Prevention; Ages 6–12
Effective delinquency program
The Strengthening Families Program I (SFP-I) involves elementary school-aged children and their families in family skills training sessions. SFP was originally developed and tested in 1983 with 6- to 12-year-old children of parents in substance abuse treatment. Since then, culturally modified versions with new manuals have been evaluated and found effective for families with diverse backgrounds: African-American, Asian/Pacific Islander, Hispanic/Latino, Native American, Canadian, and Australian. SFP is also now widely used with non-substance-abusing parents in elementary schools, faith communities, housing communities, mental health centers, jails, homeless shelters, protective service agencies, and social and family services agencies.
SFP uses family systems and cognitive-behavioral approaches to increase resilience and reduce risk factors for behavioral, emotional, academic, and social problems. Incentives are offered for attendance, good behavior in children, and homework completion to increase program recruitment and participation.
- Improved resilience, assets, and protective factors in children and parents.
- Decreased risk factors in parents and children.
- Decreased children’s behavioral problems and conduct disorders.
- Improved family cohesion, communication, and organization.
- Decreased family conflict and stress.
Details of outcome studies are available at the Strengthening Families Program Web site: http://www.strengtheningfamiliesprogram.org/evaluation.html.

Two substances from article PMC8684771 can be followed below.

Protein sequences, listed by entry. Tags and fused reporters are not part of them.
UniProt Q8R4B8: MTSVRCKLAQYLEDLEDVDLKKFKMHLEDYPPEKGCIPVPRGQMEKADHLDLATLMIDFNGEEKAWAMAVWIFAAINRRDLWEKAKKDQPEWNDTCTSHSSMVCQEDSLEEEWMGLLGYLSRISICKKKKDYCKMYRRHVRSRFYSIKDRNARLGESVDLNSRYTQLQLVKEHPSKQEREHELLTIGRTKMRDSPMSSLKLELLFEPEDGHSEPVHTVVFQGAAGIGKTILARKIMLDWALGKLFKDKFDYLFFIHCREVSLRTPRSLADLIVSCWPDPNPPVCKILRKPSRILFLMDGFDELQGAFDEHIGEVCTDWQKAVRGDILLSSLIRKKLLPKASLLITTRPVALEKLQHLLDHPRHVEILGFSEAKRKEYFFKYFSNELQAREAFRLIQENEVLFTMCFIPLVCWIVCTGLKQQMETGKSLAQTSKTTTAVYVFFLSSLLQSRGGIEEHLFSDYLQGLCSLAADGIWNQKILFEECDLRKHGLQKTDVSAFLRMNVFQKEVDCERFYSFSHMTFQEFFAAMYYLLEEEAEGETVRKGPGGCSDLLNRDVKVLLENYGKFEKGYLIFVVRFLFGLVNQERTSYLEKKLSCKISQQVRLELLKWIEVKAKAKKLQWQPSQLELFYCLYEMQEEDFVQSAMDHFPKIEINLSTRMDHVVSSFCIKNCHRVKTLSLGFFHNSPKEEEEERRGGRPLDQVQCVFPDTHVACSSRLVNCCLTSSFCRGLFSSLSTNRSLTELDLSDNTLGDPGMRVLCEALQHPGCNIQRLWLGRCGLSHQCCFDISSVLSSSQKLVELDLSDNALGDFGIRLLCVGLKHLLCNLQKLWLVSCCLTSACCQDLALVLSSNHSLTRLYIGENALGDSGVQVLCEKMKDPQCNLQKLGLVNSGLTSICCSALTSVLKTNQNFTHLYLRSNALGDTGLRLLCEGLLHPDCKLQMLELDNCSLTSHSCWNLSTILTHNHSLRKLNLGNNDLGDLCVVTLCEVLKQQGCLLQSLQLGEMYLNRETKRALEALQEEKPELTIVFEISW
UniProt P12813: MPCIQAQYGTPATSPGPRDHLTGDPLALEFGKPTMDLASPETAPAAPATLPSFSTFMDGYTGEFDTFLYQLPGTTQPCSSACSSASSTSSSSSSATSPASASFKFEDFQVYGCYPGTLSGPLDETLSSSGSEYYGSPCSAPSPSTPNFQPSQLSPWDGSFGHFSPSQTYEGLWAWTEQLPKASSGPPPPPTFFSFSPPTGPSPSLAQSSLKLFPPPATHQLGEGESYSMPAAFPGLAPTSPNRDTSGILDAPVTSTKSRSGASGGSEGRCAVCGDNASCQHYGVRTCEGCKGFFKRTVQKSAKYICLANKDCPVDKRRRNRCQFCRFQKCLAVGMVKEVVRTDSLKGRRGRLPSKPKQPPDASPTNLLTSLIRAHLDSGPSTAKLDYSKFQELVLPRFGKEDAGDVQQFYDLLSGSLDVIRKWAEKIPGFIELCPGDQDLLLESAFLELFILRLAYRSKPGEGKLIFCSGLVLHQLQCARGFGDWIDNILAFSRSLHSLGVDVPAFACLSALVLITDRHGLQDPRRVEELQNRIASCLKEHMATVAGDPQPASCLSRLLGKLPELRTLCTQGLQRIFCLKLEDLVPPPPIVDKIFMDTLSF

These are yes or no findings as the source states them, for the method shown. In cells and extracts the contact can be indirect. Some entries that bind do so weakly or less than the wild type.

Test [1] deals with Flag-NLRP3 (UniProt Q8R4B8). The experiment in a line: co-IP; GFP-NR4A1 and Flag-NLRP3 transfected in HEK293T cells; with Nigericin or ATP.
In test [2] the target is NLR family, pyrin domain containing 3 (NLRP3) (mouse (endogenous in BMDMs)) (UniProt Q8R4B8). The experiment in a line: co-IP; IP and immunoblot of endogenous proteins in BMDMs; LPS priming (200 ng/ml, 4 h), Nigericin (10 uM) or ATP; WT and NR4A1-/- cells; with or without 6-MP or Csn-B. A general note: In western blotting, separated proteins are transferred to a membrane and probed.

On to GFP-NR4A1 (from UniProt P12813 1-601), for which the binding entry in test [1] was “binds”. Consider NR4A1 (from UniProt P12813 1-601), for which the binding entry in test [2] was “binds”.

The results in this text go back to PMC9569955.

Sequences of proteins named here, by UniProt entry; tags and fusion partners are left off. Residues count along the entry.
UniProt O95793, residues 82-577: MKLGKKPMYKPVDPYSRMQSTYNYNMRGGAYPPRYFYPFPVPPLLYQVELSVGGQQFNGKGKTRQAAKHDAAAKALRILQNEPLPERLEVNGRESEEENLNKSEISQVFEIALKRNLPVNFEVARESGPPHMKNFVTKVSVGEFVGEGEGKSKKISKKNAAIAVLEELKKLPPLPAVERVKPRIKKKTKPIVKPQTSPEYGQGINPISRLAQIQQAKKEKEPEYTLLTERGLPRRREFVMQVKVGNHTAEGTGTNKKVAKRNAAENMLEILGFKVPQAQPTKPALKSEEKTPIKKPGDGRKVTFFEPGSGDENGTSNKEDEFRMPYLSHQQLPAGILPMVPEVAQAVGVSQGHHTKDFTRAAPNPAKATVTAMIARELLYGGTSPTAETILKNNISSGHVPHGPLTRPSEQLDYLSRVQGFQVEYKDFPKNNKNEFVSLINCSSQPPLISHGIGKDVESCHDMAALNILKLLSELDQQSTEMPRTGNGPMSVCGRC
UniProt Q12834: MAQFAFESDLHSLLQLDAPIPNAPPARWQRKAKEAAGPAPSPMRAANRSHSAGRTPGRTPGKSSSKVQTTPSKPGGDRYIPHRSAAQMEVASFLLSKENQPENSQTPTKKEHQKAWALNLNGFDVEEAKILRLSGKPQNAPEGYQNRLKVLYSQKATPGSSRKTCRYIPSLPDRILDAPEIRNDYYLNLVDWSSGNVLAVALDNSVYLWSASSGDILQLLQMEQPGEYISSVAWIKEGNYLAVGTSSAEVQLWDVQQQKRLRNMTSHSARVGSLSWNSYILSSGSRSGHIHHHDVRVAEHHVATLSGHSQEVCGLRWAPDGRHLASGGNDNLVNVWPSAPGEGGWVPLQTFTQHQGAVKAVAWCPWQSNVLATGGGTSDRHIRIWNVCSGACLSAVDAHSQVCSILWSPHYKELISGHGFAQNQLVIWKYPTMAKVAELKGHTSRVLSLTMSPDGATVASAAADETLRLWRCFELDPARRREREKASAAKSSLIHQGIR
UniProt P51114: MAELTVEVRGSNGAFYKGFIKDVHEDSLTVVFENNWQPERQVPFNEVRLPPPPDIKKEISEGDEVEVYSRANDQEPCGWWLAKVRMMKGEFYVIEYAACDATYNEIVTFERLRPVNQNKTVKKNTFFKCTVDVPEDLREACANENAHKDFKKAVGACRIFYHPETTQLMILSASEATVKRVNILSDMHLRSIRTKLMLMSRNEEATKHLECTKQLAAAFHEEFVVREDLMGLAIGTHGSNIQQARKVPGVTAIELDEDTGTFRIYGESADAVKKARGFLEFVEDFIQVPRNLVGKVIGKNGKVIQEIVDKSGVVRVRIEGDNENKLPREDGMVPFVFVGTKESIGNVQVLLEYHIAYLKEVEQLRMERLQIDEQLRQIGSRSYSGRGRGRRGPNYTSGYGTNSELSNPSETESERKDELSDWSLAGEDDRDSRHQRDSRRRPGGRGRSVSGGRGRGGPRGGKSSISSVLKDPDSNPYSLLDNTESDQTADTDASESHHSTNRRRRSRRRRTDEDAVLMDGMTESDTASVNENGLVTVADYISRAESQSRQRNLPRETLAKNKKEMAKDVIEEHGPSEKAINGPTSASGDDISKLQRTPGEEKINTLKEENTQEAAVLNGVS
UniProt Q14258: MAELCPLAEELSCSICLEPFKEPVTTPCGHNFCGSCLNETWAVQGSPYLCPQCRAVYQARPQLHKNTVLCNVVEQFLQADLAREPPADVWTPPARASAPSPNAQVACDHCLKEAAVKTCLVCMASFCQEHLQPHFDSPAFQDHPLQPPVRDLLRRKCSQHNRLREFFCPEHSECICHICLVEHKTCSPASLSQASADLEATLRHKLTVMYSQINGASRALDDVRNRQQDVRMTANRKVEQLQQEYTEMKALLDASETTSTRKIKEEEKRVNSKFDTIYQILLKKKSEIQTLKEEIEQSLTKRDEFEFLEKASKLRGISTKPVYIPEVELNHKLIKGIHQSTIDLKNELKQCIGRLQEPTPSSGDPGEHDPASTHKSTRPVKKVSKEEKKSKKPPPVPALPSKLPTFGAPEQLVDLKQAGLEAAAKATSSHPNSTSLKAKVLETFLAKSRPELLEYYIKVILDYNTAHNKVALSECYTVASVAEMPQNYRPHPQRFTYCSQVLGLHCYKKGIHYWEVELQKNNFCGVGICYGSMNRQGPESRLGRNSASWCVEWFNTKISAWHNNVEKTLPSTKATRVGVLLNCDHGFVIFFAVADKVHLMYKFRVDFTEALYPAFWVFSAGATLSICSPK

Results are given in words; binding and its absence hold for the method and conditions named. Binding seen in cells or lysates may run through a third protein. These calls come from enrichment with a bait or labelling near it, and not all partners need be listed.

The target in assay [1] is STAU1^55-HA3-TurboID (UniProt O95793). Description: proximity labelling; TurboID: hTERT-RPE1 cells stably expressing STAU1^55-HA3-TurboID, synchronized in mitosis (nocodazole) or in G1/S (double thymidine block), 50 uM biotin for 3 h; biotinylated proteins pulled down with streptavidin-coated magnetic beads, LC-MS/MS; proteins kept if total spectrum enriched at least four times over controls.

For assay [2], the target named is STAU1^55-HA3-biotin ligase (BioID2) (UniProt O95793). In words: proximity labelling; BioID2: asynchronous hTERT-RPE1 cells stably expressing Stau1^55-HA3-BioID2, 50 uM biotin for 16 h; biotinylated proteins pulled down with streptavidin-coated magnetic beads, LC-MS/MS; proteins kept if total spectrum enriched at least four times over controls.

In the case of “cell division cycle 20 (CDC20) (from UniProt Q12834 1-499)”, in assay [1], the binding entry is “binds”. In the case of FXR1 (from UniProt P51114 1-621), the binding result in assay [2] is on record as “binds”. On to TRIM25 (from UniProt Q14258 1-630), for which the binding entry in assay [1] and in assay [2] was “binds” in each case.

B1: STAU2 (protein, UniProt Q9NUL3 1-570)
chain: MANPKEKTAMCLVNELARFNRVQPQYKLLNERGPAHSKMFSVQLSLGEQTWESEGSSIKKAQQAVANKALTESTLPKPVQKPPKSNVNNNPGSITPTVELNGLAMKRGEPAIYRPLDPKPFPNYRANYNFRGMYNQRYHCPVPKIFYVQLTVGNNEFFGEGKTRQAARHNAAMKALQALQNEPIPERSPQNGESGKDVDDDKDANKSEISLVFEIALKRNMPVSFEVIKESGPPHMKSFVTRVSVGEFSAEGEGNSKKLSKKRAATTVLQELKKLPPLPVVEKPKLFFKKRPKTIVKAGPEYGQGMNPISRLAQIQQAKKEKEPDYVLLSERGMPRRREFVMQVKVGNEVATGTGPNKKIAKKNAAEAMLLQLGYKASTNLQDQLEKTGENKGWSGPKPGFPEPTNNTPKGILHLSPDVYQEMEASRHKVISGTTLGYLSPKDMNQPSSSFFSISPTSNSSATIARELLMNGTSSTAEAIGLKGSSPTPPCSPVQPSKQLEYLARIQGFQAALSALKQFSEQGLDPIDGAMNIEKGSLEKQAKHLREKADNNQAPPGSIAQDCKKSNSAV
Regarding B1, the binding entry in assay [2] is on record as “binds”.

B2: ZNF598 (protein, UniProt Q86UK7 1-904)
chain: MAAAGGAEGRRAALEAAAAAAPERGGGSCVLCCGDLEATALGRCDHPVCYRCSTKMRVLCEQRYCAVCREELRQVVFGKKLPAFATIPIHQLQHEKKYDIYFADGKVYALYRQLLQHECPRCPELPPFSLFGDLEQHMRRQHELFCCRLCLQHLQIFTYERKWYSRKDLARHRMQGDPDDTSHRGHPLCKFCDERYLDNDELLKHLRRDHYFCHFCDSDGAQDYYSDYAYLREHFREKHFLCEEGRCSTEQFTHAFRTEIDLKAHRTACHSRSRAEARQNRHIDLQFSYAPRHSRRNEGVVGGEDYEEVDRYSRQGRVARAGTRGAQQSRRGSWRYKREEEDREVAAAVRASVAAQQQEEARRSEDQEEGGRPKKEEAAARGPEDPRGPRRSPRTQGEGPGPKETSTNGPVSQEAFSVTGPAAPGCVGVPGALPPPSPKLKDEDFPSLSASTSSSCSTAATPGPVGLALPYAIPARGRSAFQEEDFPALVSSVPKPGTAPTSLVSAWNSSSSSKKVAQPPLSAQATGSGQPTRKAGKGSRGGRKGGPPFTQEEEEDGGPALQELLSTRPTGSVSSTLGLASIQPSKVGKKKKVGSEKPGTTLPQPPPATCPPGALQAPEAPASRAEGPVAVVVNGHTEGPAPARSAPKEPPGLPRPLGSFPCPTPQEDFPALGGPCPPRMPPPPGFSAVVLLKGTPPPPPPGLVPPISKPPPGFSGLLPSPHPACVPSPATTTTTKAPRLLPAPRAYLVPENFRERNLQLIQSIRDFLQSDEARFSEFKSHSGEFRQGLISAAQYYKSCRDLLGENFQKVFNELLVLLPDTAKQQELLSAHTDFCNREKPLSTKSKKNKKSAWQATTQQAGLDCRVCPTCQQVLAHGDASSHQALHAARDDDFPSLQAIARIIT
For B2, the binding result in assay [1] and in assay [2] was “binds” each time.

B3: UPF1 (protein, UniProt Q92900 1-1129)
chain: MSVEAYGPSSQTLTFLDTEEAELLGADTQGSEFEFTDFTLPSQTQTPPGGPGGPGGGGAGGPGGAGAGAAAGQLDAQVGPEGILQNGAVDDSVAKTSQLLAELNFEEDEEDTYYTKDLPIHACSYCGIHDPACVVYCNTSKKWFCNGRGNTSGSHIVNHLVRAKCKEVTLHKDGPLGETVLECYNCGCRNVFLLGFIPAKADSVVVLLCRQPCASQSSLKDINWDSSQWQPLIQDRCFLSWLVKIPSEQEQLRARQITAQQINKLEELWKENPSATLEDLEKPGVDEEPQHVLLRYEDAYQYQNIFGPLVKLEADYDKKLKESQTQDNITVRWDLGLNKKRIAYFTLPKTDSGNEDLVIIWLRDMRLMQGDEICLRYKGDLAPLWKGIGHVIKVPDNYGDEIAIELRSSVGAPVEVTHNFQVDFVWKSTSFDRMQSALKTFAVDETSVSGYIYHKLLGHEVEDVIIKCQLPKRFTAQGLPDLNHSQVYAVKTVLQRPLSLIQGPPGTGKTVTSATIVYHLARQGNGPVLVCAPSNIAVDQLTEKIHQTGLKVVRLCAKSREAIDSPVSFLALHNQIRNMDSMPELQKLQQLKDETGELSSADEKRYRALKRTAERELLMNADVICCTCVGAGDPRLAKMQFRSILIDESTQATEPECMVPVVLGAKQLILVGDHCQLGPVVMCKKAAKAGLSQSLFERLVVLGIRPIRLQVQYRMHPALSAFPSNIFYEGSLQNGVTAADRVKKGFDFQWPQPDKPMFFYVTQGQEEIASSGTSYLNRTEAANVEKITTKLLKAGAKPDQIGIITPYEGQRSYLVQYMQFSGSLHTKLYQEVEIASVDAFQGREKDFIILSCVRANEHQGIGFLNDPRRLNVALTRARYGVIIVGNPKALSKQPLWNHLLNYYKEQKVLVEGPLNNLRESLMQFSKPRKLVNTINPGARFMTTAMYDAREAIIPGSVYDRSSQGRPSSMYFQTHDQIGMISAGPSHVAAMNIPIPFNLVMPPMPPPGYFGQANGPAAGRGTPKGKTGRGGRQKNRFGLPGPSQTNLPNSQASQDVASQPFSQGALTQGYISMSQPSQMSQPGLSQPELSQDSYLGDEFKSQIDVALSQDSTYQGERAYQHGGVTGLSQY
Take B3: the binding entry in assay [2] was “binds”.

- Antisocial/delinquent beliefs
- Conduct disorders (authority conflict/rebellious/stubborn/disruptive/antisocial)
- General delinquency involvement
- High alcohol/drug use
- Antisocial parents
- Child maltreatment (abuse or neglect)
- Delinquent siblings
- Family violence (child maltreatment, partner violence, conflict)
- Having a teenage mother
- High parental stress/maternal depression
- Low parental attachment to child/adolescent
- Parental use of physical punishment/harsh and/or erratic discipline practices
- Poor parental supervision (control, monitoring, and child management)
- Poor parent-child relations or communication
- Frequent school transitions
- Frequent truancy/absences/suspensions; expelled from school; dropping out of school
- Identified as learning disabled
- Low academic aspirations
- Low achievement in school
- Low school attachment/bonding/motivation/commitment to school
- Old for grade/repeated a grade
- Poor student-teacher relations
- Poorly defined rules and expectations for appropriate conduct
- Student failure in the first grade
Substance Abuse and Mental Health Services Administration, U.S. Department of Health and Human Services: Model program
National Institute on Drug Abuse: Model program
OJJDP Blueprints Project: Promising program
Karol Kumpfer, Ph.D.
Department of Health Promotion and Education
University of Utah
250 South, 1850 East, Room 215
Salt Lake City, UT 84112-0920
Phone: (801) 581-7718
Fax: (801) 581-5872
E-mail: [email protected]
Web site: https://www.strengtheningfamiliesprogram.org/contact.html
Kumpfer, K. L., and Alvarado, R. (1998). “Effective Family Strengthening Interventions.” Juvenile Justice Bulletin. Washington, DC: Office of Juvenile Justice and Delinquency Prevention.